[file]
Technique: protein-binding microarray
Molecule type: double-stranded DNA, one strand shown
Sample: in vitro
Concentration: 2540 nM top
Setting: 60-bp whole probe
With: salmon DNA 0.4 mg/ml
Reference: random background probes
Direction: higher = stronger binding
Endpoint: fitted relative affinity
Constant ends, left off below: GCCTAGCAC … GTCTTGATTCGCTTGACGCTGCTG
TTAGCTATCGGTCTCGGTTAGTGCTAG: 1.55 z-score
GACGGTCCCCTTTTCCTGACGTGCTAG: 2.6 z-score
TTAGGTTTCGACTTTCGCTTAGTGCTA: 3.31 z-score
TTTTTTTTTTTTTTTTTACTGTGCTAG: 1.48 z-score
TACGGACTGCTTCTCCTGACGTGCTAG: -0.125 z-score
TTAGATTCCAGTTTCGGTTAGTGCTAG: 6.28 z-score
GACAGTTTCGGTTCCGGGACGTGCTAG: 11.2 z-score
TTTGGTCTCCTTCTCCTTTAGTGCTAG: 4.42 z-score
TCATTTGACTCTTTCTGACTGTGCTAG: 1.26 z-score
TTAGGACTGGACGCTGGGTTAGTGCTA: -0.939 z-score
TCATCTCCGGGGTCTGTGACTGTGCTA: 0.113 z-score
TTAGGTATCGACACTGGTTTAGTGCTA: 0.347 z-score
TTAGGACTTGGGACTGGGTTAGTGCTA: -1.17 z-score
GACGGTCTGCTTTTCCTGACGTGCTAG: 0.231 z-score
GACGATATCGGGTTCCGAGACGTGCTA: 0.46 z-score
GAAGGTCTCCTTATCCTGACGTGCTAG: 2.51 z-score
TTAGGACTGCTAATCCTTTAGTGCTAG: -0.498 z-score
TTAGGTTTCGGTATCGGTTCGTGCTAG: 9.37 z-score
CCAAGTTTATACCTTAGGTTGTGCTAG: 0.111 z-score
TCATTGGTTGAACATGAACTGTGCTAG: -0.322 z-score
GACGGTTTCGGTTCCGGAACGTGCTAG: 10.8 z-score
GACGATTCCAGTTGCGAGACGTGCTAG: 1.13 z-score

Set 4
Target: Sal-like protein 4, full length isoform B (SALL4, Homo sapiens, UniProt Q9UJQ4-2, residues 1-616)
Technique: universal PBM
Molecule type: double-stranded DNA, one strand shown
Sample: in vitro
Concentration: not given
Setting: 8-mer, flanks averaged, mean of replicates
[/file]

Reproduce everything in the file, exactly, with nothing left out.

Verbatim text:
Technique: protein-binding microarray
Molecule type: double-stranded DNA, one strand shown
Sample: in vitro
Concentration: 2540 nM top
Setting: 60-bp whole probe
With: salmon DNA 0.4 mg/ml
Reference: random background probes
Direction: higher = stronger binding
Endpoint: fitted relative affinity
Constant ends, left off below: GCCTAGCAC … GTCTTGATTCGCTTGACGCTGCTG
TTAGCTATCGGTCTCGGTTAGTGCTAG: 1.55 z-score
GACGGTCCCCTTTTCCTGACGTGCTAG: 2.6 z-score
TTAGGTTTCGACTTTCGCTTAGTGCTA: 3.31 z-score
TTTTTTTTTTTTTTTTTACTGTGCTAG: 1.48 z-score
TACGGACTGCTTCTCCTGACGTGCTAG: -0.125 z-score
TTAGATTCCAGTTTCGGTTAGTGCTAG: 6.28 z-score
GACAGTTTCGGTTCCGGGACGTGCTAG: 11.2 z-score
TTTGGTCTCCTTCTCCTTTAGTGCTAG: 4.42 z-score
TCATTTGACTCTTTCTGACTGTGCTAG: 1.26 z-score
TTAGGACTGGACGCTGGGTTAGTGCTA: -0.939 z-score
TCATCTCCGGGGTCTGTGACTGTGCTA: 0.113 z-score
TTAGGTATCGACACTGGTTTAGTGCTA: 0.347 z-score
TTAGGACTTGGGACTGGGTTAGTGCTA: -1.17 z-score
GACGGTCTGCTTTTCCTGACGTGCTAG: 0.231 z-score
GACGATATCGGGTTCCGAGACGTGCTA: 0.46 z-score
GAAGGTCTCCTTATCCTGACGTGCTAG: 2.51 z-score
TTAGGACTGCTAATCCTTTAGTGCTAG: -0.498 z-score
TTAGGTTTCGGTATCGGTTCGTGCTAG: 9.37 z-score
CCAAGTTTATACCTTAGGTTGTGCTAG: 0.111 z-score
TCATTGGTTGAACATGAACTGTGCTAG: -0.322 z-score
GACGGTTTCGGTTCCGGAACGTGCTAG: 10.8 z-score
GACGATTCCAGTTGCGAGACGTGCTAG: 1.13 z-score

Set 4
Target: Sal-like protein 4, full length isoform B (SALL4, Homo sapiens, UniProt Q9UJQ4-2, residues 1-616)
Technique: universal PBM
Molecule type: double-stranded DNA, one strand shown
Sample: in vitro
Concentration: not given
Setting: 8-mer, flanks averaged, mean of replicates